Innovation in Executive Education

Recently, we sat down with Jacque Anderson, new Assistant Dean for Executive Education to find out about what’s next for the Executive Education program at St. Thomas. Jacque started her career in finance, working at both GE and Pillsbury. In 2001, she made the jump to the executive education field, leading the Carlson School of Management's Executive Education Custom Business and then later serving as Chief Learning Officer at McGladrey.  

What are the current trends in executive education?

It’s an exciting time. The field has really transformed over the last 15 years and I’m happy to say that the days of the “sage on a stage” are over. Advances in technology are impacting the entire education market, allowing for innovation in how content is delivered and experienced, whether it’s by virtual classrooms, synchronous and asynchronous online courses, social networks, wikis, simulations or discussion boards.

There’s also been a significant shift in the focus of the experience. There’s a consistent emphasis on raising self-awareness of individual competencies and impact. This is accomplished through reflection journals, action learning projects, individual coaching and “peer-to-peer” coaching.

Today, executive education is really about practicing pragmatic skills and methods of leadership in a supportive environment, whether that’s virtual or in a physical classroom. They can take these skills right into the workplace and apply them to the challenges they face at work. Faculty are facilitators who provide critical models, insights and feedback. Colleagues in the learning experience are now peer mentors who enhance the experience by sharing the responsibility to provide challenges and feedback.

Who is today’s typical executive education student?

I don’t think there is a typical executive education student. It’s a program that’s open to any professional who wants to develop and master new skills. A great number of our participants enroll because they want to take on new responsibilities or address changing needs at their current job. But we also continue to see a growing number who want to develop entirely new skills and mindsets that will take them to the next level – whether that means starting their own business or heading into a new career. The role of degreed education will always be vitally important, but I believe non-degreed executive education will only continue to become more important as people consider "multiple-careering” or moving from one career into another.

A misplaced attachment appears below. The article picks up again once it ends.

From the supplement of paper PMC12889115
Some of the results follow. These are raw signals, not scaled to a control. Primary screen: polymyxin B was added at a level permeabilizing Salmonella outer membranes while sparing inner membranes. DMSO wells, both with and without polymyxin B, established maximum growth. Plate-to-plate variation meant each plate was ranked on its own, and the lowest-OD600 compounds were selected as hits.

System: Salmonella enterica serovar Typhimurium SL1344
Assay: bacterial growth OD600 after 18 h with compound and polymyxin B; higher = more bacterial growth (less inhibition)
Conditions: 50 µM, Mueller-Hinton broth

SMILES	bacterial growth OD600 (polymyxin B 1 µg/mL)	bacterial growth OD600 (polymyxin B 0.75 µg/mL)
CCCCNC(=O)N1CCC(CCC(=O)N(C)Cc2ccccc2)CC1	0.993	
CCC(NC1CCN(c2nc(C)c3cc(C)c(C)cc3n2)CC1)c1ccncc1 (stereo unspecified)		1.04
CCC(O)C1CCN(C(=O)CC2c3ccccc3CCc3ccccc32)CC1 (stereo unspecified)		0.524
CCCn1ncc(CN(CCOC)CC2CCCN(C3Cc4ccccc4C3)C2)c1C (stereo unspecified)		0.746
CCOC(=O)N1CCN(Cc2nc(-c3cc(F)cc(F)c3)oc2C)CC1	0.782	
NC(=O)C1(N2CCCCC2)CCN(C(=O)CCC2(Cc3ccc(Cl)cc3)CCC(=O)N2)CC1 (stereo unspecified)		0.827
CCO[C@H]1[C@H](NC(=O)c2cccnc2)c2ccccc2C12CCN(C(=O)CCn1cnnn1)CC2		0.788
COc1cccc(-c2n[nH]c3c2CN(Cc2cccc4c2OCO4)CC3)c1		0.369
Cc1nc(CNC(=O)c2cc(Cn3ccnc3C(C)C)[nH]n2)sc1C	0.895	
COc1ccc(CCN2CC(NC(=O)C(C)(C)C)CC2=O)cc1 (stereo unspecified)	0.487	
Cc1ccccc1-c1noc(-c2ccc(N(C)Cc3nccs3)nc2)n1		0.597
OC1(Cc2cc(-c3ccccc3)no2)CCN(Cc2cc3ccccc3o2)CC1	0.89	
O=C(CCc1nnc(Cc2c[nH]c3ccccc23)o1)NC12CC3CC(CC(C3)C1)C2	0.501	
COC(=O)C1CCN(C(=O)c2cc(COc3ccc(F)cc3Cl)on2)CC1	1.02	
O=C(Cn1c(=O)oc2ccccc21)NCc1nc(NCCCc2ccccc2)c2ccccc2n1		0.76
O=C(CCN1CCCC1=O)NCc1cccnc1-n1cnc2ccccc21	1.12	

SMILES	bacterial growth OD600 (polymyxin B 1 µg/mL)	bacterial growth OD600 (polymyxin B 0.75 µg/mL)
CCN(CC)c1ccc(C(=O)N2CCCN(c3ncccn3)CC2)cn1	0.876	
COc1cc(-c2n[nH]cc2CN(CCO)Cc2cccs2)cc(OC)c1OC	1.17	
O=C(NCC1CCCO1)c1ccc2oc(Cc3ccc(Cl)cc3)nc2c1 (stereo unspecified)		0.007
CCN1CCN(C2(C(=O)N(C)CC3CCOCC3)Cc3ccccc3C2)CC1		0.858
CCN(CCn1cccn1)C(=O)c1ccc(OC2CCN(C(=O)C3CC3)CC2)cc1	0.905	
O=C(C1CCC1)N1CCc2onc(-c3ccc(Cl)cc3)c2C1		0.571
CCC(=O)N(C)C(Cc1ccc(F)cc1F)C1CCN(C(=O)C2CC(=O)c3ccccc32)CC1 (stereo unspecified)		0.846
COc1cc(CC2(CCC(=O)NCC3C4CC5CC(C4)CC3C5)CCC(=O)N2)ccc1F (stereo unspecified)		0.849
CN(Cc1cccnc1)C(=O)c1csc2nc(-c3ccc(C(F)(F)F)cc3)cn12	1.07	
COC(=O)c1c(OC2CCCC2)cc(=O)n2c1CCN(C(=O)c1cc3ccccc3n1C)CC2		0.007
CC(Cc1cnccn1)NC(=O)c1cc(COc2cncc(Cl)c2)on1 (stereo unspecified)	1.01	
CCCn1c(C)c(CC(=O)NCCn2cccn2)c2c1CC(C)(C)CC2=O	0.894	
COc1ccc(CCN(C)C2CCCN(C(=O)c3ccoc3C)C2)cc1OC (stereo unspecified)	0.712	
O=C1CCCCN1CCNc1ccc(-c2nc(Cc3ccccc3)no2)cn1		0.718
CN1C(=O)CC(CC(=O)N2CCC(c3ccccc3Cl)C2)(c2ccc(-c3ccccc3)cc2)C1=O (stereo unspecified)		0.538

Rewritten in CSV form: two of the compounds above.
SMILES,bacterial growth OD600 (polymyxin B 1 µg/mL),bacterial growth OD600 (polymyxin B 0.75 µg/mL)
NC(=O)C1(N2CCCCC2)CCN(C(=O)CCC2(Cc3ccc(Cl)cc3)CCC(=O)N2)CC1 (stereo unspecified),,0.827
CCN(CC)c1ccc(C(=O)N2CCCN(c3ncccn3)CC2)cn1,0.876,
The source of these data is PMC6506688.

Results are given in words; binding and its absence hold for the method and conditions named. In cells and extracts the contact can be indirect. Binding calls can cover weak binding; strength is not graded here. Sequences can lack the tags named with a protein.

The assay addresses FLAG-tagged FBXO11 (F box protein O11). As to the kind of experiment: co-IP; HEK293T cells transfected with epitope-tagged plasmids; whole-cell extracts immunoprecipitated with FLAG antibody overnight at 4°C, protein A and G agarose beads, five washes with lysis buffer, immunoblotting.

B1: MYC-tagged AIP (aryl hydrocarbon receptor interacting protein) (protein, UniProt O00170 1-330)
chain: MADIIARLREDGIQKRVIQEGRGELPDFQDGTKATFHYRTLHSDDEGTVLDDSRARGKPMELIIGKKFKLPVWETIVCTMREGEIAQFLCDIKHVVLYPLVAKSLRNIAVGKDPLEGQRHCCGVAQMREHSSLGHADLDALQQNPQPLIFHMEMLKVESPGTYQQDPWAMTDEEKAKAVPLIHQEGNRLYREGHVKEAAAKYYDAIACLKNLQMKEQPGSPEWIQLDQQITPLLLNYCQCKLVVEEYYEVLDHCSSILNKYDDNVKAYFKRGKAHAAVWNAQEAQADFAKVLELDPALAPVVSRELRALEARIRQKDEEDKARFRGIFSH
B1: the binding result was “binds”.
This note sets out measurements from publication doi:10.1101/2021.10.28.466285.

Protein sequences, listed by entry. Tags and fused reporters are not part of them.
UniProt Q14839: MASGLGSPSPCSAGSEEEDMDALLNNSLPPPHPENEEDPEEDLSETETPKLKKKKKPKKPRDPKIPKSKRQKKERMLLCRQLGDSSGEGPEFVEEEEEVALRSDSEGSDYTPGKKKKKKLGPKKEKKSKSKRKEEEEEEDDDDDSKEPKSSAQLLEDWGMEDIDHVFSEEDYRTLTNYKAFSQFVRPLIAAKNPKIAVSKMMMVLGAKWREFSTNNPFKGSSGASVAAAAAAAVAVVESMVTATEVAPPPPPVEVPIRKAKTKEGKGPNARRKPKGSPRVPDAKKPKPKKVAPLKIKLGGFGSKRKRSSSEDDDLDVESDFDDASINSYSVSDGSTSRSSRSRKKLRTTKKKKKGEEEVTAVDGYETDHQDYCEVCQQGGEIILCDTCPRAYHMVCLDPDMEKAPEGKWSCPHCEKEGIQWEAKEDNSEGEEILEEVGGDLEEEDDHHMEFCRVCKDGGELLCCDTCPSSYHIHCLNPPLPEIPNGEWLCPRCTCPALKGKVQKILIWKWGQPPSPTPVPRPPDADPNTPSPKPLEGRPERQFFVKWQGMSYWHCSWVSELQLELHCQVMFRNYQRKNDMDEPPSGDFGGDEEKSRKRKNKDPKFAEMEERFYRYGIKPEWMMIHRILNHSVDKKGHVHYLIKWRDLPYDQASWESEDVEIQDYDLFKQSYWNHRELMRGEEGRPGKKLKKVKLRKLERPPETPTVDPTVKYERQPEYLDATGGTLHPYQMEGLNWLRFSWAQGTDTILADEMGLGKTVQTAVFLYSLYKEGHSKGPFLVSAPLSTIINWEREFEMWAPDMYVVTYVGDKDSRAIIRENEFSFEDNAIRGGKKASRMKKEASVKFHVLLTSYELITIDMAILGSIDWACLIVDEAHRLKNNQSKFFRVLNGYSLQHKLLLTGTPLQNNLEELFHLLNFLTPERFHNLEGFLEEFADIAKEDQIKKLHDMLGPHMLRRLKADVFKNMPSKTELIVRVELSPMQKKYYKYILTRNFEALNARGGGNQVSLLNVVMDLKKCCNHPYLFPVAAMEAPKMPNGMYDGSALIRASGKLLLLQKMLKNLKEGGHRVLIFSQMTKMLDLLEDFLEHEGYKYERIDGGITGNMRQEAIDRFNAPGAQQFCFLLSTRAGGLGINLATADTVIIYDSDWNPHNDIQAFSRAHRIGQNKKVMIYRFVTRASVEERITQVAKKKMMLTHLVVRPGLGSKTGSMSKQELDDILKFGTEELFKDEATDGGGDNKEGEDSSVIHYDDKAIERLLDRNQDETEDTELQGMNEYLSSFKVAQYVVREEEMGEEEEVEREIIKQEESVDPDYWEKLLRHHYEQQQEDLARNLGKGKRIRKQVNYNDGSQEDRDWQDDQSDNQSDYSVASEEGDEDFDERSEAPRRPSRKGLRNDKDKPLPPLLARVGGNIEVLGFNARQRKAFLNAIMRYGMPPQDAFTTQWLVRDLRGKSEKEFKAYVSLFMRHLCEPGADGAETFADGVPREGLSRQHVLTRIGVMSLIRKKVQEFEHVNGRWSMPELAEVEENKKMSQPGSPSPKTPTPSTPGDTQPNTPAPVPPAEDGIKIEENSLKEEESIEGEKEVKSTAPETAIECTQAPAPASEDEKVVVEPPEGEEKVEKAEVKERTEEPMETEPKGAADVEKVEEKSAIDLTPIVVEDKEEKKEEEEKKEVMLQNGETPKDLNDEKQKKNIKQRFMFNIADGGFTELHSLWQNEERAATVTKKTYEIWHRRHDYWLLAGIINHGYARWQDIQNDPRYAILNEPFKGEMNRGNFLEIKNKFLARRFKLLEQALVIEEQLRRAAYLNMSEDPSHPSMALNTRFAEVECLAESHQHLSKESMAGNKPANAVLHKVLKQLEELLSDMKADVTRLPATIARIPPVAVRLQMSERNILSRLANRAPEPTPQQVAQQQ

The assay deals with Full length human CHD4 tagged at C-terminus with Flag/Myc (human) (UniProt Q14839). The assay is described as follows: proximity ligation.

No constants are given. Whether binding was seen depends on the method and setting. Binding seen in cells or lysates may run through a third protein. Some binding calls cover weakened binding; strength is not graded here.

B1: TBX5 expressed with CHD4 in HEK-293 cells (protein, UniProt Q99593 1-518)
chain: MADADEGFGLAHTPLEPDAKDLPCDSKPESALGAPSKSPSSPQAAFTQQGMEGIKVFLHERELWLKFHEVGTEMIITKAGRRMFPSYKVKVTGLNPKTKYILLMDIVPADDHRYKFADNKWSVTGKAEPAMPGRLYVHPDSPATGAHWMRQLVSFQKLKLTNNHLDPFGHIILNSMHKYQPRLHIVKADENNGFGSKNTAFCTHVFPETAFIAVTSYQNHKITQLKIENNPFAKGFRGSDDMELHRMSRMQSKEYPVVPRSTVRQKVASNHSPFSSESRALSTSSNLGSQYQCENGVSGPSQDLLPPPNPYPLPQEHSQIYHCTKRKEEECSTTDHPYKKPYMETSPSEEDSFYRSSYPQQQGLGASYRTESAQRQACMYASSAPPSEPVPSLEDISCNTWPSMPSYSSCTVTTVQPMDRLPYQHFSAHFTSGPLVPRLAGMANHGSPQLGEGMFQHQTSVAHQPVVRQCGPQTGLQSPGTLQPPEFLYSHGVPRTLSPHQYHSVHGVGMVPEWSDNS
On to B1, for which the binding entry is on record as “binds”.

How can organizations capitalize on the impact of executive education?

Executive education works on two levels – obviously it can transform an individual and how they approach their job or career but it’s also a big component in transforming entire organizations. If a number of people within an organization take on learning new skills and have a growth mindset, this has an enormous impact on an organization’s business practices, structure and culture.

This is why we offer custom programs tailored to the vision and strategy of organizations or companies – we design a custom curriculum based on the organization telling us where it wants to go. This way, the training becomes about creating a common language, finding meaning and building an environment that addresses dilemmas by finding solutions to them. These programs result in a lot of positive momentum for organizations.

Why is the University of St. Thomas Executive Education program uniquely positioned for success?

First, the University of St. Thomas is a pragmatic educational partner. A majority of our faculty have significant industry experience – many held formidable positions in the business environment, which means they’ve been in the work situations facing our participants. They’re committed to ensuring everyone leaves the experience with concrete plans for how they will incorporate what they learned into their jobs.

Second, as a private University we’re extremely agile. Dean Lenway, who took over leadership of the Opus College of Business in the fall of 2014, made innovation, with an emphasis on leveraging technology to "flip the classroom,” a top priority. In 2015, we’re upping our investment in Executive Education in order to bring in new technologies, hire additional staff and make property investments that will allow us to expand our presence in the Twin Cities.

Finally, we’re unique because we invest in program developers who work closely with faculty and organizations to ensure a meaningful learning experience that has lasting impact and achieves the outcomes. These developers focus on content that optimizes time spent in the classroom, virtual or otherwise, through the use of simulations, peer learning, coaching and technology solutions.